Background: Donor-derived cell-free DNA (dd-cfDNA) is a marker of allograft injury in transplant recipients; however, the relationship between dd-cfDNA and other clinical parameters associated with adverse allograft outcomes is not well-characterized.
Methods: We performed a retrospective analysis of kidney transplant recipients from the DART cohort (ClinicalTrials.gov Identifier: NCT02424227) to evaluate the associations between eGFR decline, de novo donor-specific antibodies (dnDSA), and dd-cfDNA.
Results: Both elevated dd-cfDNA (≥1%) and dd-cfDNA variability (≥.34%) in the first post-transplant year were associated with decline in eGFR ≥25% in the second year (21.4% vs. 4.1%, P = .005; 25% vs. 3.6%, P = .002, respectively). Compared to samples from DSA negative patients, samples from patients with concurrent de novo HLA DSAs had higher dd-cfDNA levels (P < .0001).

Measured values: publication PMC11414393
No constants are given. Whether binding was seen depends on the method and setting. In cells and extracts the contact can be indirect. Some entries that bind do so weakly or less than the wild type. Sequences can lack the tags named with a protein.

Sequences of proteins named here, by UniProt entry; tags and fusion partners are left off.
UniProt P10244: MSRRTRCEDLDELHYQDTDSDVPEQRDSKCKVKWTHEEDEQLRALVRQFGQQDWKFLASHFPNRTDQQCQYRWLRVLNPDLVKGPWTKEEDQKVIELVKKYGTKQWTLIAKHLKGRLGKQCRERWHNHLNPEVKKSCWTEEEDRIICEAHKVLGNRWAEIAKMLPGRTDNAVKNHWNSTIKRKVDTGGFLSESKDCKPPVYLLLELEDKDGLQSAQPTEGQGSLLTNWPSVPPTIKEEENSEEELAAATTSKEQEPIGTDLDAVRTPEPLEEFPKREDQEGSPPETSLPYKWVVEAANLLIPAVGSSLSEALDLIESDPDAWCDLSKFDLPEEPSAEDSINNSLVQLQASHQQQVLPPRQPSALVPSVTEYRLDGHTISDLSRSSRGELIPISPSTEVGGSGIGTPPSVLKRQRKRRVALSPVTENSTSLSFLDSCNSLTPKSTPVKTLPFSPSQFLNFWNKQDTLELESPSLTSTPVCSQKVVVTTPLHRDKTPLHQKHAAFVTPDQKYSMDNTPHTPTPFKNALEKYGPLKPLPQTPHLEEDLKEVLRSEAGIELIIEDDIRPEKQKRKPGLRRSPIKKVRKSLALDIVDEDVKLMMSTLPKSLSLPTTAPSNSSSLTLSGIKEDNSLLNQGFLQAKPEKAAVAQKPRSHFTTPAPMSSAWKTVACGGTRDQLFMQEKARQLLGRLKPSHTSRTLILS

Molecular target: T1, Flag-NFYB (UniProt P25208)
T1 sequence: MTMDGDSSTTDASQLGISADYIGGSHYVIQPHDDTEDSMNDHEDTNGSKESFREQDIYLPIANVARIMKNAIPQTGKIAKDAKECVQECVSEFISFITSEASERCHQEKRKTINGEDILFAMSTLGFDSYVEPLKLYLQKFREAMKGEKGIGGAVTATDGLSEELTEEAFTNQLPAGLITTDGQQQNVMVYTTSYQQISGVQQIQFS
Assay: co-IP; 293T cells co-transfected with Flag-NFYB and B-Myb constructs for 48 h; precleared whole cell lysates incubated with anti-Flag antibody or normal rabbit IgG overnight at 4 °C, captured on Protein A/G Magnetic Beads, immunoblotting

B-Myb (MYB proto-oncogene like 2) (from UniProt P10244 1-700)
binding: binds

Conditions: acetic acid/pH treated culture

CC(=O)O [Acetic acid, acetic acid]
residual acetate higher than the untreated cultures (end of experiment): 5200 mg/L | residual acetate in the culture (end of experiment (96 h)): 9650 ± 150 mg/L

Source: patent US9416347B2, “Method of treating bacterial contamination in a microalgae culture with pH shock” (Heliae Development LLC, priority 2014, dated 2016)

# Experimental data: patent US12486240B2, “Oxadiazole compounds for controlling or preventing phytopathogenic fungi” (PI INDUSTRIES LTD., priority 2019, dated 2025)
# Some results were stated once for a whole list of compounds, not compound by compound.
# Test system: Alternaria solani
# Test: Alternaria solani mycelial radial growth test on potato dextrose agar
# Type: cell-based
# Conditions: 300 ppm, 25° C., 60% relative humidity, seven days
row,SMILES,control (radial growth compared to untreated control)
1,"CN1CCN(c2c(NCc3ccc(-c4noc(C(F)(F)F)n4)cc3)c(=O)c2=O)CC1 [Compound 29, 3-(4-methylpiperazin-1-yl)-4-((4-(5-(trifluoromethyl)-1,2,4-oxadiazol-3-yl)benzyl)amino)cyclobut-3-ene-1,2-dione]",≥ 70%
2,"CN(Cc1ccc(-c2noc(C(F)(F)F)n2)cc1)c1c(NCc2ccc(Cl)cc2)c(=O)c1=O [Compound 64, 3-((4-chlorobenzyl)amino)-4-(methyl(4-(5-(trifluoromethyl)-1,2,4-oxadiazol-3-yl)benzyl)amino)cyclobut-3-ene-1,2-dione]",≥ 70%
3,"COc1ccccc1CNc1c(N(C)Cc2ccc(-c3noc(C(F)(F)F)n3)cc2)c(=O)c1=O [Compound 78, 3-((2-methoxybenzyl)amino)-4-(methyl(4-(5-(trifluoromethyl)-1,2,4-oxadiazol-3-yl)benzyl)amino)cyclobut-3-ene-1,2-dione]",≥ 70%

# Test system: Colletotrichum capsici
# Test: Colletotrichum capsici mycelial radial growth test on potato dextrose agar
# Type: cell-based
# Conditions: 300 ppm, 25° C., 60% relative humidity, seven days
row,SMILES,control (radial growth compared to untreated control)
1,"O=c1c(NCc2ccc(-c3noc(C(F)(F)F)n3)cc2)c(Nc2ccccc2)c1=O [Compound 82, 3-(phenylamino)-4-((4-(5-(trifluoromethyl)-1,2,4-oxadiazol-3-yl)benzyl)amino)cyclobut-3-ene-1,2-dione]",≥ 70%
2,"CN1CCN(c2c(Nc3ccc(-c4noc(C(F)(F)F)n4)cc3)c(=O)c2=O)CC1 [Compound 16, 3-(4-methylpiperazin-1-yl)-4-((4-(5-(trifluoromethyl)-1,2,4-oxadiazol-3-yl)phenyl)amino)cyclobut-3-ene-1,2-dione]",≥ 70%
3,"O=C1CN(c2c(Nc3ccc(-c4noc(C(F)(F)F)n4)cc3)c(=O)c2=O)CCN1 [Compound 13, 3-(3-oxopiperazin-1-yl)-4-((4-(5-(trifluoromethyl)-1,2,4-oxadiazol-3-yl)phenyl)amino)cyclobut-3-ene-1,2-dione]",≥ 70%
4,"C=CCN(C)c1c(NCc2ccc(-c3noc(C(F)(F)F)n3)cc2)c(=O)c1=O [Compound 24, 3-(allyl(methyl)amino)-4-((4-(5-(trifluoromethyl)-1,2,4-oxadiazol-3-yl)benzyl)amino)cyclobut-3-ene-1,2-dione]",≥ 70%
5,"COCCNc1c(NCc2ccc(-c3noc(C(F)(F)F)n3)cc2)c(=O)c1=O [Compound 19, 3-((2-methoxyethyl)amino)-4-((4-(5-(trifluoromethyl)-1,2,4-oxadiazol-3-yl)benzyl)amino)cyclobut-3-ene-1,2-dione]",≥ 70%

Discussion: Abnormalities in dd-cfDNA levels are associated with clinical parameters commonly used as surrogate endpoints for adverse allograft outcomes, raising the possibility that molecular injury as characterized by dd-cfDNA could help identify patients at risk of these outcomes.
Keywords: alloantibody; biomarker; graft survival; kidney (allograft) function/dysfunction; monitoring: immune.
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